Let it be said that the gentlelady from Tennessee has a decent point here:
Rep. Marsha Blackburn (R-Tenn.) decried the failure of her own party to create a national agenda for technology policy during remarks at the State of the Net conference in Washington on Tuesday.
"We haven't laid out a vision for technology policy," she said, noting that Democrats have not done so either. ...
"When Congress fails to move forward on an issue, bureaucracies step in," Blackburn said. She referred to an "alphabet soup" of regulators that businesses must face before they can get their efforts off the ground: the FCC, SEC, FTC.
Public policy around technology is all FCC, SEC, FTC. (All of which is arguably still overshadowed by CES, as in the annual Vegas celebration of all things gadgetized.) Despite the fact that FDR's electrification of the American countryside serves as something of a formative experience of the modern Democratic Party, you rarely hear any effort to connect that with things like need for a neutral Internet, or the importance of media diversity, or the potential of community radio, or what the merger of Comcast and NBC Universal means for the information we consume, and what price. All those debates get treated as one-offs. Advocates have tried at the margins, but either way, there's no coherent political narrative that even starts to argue that at stake with tech are overarching quality of life issues affecting nearly every single American.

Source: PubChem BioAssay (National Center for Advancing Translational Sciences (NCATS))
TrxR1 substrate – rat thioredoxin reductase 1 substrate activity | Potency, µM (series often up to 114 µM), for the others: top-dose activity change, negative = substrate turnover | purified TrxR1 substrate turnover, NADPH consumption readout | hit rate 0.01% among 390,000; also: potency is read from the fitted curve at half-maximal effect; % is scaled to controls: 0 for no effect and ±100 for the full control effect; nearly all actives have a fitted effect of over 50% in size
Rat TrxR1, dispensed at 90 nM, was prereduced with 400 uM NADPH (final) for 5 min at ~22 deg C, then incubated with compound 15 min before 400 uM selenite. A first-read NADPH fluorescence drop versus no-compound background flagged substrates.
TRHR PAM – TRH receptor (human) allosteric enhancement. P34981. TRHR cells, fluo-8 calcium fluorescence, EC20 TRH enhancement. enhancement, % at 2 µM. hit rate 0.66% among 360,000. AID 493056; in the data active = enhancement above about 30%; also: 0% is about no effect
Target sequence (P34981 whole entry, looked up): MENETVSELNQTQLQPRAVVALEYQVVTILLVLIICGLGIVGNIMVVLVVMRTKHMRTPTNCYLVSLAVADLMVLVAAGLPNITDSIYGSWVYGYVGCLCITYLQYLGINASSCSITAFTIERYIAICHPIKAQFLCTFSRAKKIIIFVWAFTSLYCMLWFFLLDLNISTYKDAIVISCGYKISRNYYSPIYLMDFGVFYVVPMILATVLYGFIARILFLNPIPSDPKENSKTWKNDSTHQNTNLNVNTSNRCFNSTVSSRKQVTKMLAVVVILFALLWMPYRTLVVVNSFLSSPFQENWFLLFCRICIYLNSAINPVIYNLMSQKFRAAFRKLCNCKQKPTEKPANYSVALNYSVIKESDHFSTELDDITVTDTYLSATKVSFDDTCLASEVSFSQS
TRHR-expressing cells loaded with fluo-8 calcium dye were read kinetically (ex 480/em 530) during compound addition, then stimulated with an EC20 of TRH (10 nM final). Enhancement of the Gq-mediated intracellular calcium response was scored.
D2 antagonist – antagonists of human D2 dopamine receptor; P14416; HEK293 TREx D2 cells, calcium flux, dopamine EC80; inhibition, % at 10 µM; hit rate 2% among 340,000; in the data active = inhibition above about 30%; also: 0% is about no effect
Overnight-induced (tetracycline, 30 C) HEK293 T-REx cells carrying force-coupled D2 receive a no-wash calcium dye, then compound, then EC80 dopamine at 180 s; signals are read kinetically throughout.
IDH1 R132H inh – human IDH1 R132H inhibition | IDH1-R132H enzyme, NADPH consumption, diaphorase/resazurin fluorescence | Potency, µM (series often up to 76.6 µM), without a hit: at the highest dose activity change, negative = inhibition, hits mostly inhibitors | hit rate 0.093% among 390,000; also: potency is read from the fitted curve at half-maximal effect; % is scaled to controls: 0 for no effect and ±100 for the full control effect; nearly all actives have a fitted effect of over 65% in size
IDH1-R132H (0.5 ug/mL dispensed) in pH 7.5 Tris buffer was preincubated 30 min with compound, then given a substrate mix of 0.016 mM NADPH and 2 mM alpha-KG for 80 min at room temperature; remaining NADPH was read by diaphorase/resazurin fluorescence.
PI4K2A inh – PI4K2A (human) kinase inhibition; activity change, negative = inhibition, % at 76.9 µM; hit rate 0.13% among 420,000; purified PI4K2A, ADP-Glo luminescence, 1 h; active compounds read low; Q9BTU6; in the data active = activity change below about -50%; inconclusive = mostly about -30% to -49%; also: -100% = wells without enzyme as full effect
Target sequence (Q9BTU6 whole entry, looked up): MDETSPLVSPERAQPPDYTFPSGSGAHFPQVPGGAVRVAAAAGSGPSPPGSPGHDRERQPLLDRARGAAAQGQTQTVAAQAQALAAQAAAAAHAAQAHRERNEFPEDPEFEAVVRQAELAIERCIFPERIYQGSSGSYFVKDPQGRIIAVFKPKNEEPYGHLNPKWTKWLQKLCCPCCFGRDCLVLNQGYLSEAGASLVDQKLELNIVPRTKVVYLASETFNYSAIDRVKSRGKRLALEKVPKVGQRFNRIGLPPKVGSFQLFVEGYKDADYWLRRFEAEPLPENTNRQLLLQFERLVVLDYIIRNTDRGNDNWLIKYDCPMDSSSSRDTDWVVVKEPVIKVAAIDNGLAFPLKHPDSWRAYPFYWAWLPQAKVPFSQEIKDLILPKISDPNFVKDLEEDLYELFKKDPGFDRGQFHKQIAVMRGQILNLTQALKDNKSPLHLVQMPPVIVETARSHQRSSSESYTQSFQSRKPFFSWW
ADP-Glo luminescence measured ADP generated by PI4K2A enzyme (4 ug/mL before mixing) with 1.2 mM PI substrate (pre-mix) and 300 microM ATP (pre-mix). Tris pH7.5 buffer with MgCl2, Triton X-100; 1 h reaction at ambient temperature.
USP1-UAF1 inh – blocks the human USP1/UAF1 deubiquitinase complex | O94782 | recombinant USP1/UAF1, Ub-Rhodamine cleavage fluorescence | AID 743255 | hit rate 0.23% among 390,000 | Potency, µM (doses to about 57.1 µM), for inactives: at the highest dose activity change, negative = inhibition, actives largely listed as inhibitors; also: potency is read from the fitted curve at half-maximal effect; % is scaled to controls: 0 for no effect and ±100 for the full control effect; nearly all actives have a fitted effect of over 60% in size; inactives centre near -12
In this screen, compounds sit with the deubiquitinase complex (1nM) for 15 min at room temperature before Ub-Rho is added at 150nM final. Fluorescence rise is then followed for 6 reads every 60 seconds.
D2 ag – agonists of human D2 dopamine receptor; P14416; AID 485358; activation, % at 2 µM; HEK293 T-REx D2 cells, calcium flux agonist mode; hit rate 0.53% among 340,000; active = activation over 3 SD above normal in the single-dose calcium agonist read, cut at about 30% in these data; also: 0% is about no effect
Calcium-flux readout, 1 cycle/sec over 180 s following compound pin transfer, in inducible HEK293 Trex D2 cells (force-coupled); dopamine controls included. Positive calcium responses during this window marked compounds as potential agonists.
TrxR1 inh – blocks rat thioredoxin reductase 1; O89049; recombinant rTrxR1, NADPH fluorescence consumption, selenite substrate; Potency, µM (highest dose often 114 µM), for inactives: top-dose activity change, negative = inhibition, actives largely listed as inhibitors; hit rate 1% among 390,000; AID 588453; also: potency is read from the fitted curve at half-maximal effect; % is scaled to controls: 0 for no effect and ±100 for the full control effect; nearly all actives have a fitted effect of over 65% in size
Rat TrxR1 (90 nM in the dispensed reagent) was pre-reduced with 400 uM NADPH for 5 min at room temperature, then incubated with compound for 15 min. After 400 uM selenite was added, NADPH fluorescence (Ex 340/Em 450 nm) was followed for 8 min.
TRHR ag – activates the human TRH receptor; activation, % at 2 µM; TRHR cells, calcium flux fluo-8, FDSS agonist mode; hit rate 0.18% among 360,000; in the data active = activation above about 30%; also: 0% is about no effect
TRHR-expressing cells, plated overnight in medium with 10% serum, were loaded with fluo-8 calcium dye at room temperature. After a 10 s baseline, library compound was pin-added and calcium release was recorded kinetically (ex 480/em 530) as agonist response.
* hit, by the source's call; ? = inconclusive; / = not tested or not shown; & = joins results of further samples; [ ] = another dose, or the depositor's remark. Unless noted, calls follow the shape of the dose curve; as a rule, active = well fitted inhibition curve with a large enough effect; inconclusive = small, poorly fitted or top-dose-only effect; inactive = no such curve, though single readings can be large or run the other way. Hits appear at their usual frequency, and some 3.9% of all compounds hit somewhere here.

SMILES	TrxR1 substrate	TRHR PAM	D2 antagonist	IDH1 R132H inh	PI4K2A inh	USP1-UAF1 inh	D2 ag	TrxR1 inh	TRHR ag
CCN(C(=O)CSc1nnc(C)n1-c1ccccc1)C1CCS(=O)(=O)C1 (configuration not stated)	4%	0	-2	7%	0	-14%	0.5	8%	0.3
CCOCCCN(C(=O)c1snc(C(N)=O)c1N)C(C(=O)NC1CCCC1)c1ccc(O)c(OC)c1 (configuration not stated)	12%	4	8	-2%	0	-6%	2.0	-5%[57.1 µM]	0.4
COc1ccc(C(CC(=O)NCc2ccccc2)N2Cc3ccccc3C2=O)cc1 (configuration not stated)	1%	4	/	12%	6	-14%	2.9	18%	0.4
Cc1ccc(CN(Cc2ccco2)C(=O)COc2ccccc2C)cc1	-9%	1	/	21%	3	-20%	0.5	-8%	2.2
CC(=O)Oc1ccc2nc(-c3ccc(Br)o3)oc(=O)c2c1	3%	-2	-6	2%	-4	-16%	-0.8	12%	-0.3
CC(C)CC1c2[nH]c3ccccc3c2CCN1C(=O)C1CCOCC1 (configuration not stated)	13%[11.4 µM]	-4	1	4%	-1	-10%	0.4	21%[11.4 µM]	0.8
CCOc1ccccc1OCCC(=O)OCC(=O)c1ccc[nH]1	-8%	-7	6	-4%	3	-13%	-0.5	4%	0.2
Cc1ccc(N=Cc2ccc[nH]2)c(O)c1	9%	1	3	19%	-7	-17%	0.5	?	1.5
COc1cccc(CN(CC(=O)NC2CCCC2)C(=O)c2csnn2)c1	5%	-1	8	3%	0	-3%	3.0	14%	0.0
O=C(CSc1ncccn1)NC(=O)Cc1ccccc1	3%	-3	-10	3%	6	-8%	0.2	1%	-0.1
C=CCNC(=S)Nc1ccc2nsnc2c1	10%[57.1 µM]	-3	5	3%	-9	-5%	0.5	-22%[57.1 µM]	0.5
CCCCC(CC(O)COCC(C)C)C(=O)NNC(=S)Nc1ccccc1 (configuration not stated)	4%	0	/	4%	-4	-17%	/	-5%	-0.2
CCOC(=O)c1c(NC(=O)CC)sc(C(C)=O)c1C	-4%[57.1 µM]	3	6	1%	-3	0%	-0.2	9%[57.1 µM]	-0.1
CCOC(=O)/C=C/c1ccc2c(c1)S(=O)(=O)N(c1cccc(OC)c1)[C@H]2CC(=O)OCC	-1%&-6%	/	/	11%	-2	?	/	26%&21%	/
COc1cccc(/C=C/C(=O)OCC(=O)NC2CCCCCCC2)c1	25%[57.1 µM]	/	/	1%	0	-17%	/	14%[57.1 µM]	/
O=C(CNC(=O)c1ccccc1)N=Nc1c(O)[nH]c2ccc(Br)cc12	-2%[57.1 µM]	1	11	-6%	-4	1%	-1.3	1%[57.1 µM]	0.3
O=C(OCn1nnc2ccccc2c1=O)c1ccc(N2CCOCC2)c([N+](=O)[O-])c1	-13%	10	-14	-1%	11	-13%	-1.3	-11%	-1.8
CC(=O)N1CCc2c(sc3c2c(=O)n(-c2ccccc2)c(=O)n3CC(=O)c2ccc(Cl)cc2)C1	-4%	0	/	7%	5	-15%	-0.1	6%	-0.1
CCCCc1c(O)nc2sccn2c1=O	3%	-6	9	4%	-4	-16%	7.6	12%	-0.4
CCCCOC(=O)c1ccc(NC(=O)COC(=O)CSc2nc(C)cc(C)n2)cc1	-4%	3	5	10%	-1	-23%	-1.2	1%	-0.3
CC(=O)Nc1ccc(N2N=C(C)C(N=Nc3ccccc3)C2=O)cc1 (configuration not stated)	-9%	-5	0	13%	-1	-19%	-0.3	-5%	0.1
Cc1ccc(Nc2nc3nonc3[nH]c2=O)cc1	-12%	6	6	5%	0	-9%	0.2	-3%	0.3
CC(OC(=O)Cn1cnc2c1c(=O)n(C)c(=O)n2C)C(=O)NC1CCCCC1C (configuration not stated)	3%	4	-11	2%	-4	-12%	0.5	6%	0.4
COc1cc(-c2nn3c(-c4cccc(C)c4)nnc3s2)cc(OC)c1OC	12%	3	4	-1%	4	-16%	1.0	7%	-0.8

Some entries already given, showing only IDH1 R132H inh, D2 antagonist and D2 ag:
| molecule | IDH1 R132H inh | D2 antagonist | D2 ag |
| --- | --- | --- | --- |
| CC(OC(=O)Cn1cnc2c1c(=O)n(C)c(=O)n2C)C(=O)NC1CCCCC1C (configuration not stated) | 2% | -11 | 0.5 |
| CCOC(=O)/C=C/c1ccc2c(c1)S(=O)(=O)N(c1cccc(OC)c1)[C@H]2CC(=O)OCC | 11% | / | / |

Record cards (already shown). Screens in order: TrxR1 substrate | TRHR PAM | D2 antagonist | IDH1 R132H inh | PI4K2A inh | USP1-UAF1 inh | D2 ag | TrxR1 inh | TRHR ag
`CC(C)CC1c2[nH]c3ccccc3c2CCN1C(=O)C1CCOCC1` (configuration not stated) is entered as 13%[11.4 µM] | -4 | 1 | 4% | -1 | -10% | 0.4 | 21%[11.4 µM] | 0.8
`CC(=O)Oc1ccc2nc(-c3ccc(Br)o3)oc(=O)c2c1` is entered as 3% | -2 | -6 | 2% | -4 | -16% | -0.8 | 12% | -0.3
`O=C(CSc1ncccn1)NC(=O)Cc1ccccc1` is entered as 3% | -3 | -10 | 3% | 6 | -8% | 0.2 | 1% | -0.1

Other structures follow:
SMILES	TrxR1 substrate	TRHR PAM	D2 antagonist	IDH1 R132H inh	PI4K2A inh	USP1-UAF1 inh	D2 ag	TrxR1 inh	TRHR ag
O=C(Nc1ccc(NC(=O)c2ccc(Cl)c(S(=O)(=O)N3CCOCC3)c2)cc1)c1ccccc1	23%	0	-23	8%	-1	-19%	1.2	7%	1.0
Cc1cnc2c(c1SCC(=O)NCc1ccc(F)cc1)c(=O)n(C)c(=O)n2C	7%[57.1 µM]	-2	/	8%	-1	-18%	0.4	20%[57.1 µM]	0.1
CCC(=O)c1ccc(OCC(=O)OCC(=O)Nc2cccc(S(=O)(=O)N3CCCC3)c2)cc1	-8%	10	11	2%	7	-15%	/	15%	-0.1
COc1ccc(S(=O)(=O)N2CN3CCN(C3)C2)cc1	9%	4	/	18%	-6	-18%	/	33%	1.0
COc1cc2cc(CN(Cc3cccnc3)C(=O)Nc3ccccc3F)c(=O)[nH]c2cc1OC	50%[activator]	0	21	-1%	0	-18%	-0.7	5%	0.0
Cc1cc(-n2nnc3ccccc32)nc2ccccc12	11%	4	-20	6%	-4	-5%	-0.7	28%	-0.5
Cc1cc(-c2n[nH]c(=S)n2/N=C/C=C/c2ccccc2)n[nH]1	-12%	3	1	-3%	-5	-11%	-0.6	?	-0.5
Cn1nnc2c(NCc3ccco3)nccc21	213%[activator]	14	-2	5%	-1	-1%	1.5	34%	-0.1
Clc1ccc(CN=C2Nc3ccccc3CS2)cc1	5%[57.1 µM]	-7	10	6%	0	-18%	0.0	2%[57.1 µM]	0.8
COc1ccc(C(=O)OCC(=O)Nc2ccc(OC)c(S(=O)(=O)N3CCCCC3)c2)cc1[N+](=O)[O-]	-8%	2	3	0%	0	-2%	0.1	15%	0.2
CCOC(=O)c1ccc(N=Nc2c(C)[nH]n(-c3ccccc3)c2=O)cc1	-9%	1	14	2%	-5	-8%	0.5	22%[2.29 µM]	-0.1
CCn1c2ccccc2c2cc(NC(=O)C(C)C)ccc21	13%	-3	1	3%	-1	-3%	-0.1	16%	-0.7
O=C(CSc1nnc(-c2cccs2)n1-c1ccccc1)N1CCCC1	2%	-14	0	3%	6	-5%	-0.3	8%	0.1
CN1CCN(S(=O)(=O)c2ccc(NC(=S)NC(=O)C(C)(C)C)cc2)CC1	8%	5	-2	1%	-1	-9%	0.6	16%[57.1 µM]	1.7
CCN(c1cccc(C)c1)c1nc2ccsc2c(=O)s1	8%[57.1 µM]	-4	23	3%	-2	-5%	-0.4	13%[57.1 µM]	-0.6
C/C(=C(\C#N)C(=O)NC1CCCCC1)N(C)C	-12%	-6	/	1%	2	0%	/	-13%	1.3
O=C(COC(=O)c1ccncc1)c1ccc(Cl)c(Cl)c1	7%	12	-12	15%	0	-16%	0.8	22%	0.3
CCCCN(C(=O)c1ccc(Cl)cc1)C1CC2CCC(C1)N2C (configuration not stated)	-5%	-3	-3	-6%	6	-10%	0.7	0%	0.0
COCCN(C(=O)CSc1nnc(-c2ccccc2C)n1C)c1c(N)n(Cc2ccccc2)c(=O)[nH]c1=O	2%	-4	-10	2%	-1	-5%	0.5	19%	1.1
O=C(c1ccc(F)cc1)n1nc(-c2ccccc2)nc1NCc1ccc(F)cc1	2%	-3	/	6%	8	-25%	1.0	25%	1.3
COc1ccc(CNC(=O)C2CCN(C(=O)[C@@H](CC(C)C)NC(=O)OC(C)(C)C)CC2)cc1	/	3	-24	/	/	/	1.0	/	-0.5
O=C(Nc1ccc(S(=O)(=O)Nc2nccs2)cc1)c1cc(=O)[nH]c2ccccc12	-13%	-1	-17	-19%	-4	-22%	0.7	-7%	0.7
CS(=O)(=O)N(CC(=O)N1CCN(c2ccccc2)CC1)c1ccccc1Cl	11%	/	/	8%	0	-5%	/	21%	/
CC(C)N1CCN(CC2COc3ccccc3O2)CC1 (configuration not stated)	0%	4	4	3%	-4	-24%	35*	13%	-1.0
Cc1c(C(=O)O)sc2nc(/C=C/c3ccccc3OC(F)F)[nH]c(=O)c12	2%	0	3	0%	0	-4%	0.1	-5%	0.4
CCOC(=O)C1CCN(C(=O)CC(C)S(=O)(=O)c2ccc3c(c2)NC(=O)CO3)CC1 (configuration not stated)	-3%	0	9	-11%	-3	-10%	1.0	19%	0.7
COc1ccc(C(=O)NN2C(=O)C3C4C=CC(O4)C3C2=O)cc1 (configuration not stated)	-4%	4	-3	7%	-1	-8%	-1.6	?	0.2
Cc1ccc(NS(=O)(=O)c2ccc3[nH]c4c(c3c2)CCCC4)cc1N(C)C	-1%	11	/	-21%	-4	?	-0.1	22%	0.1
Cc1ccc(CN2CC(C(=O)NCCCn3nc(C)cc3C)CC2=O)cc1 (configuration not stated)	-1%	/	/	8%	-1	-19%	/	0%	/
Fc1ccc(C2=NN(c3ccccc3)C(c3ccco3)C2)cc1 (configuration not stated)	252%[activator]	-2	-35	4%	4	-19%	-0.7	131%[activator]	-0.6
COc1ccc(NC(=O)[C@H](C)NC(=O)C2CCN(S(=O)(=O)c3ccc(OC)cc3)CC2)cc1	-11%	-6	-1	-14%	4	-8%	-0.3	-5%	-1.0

Though I'd challenge Blackburn on one point. By not offering much, Republicans have succeeded in letting industry define technology policy as an obstacle to be overcome as they work to bring the newest gadget or fastest connection to market. But yeah, if there's an alternative conservative view, we haven't heard it.
-- Nancy Scola
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